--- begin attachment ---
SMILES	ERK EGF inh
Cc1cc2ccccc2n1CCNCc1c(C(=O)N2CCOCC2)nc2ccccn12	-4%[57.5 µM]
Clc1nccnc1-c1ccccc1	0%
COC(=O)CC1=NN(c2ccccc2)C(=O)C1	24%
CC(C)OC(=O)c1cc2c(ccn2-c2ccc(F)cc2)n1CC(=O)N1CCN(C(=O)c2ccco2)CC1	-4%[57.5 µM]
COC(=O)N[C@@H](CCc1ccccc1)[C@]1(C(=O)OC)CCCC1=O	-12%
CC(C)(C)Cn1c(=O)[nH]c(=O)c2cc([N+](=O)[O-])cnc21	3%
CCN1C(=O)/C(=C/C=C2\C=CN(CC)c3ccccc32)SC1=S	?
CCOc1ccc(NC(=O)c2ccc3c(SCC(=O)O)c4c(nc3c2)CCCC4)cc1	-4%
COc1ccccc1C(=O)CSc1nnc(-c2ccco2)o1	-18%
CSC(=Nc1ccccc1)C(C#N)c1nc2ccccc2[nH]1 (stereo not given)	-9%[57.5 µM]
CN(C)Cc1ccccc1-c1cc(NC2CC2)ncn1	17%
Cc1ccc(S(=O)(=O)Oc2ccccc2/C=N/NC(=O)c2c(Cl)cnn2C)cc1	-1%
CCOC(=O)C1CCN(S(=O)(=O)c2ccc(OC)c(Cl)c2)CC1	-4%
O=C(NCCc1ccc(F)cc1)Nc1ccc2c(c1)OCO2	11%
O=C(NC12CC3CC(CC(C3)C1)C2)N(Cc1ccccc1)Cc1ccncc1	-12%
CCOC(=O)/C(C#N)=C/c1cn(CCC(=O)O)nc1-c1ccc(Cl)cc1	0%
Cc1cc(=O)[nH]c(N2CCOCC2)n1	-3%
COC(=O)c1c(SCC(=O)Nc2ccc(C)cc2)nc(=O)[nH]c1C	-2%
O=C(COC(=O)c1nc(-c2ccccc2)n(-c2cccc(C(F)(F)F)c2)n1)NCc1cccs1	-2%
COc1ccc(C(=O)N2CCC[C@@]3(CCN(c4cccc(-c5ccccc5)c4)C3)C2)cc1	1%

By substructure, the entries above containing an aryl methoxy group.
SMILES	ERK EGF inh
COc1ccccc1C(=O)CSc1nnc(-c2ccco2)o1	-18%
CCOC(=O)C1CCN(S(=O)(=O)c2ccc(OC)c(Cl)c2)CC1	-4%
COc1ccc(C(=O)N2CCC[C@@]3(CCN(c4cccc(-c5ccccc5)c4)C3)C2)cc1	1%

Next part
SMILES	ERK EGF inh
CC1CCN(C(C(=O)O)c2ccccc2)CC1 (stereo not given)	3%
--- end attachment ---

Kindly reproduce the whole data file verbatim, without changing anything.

SMILES	ERK EGF inh
Cc1cc2ccccc2n1CCNCc1c(C(=O)N2CCOCC2)nc2ccccn12	-4%[57.5 µM]
Clc1nccnc1-c1ccccc1	0%
COC(=O)CC1=NN(c2ccccc2)C(=O)C1	24%
CC(C)OC(=O)c1cc2c(ccn2-c2ccc(F)cc2)n1CC(=O)N1CCN(C(=O)c2ccco2)CC1	-4%[57.5 µM]
COC(=O)N[C@@H](CCc1ccccc1)[C@]1(C(=O)OC)CCCC1=O	-12%
CC(C)(C)Cn1c(=O)[nH]c(=O)c2cc([N+](=O)[O-])cnc21	3%
CCN1C(=O)/C(=C/C=C2\C=CN(CC)c3ccccc32)SC1=S	?
CCOc1ccc(NC(=O)c2ccc3c(SCC(=O)O)c4c(nc3c2)CCCC4)cc1	-4%
COc1ccccc1C(=O)CSc1nnc(-c2ccco2)o1	-18%
CSC(=Nc1ccccc1)C(C#N)c1nc2ccccc2[nH]1 (stereo not given)	-9%[57.5 µM]
CN(C)Cc1ccccc1-c1cc(NC2CC2)ncn1	17%
Cc1ccc(S(=O)(=O)Oc2ccccc2/C=N/NC(=O)c2c(Cl)cnn2C)cc1	-1%
CCOC(=O)C1CCN(S(=O)(=O)c2ccc(OC)c(Cl)c2)CC1	-4%
O=C(NCCc1ccc(F)cc1)Nc1ccc2c(c1)OCO2	11%
O=C(NC12CC3CC(CC(C3)C1)C2)N(Cc1ccccc1)Cc1ccncc1	-12%
CCOC(=O)/C(C#N)=C/c1cn(CCC(=O)O)nc1-c1ccc(Cl)cc1	0%
Cc1cc(=O)[nH]c(N2CCOCC2)n1	-3%
COC(=O)c1c(SCC(=O)Nc2ccc(C)cc2)nc(=O)[nH]c1C	-2%
O=C(COC(=O)c1nc(-c2ccccc2)n(-c2cccc(C(F)(F)F)c2)n1)NCc1cccs1	-2%
COc1ccc(C(=O)N2CCC[C@@]3(CCN(c4cccc(-c5ccccc5)c4)C3)C2)cc1	1%

By substructure, the entries above containing an aryl methoxy group.
SMILES	ERK EGF inh
COc1ccccc1C(=O)CSc1nnc(-c2ccco2)o1	-18%
CCOC(=O)C1CCN(S(=O)(=O)c2ccc(OC)c(Cl)c2)CC1	-4%
COc1ccc(C(=O)N2CCC[C@@]3(CCN(c4cccc(-c5ccccc5)c4)C3)C2)cc1	1%

Next part
SMILES	ERK EGF inh
CC1CCN(C(C(=O)O)c2ccccc2)CC1 (stereo not given)	3%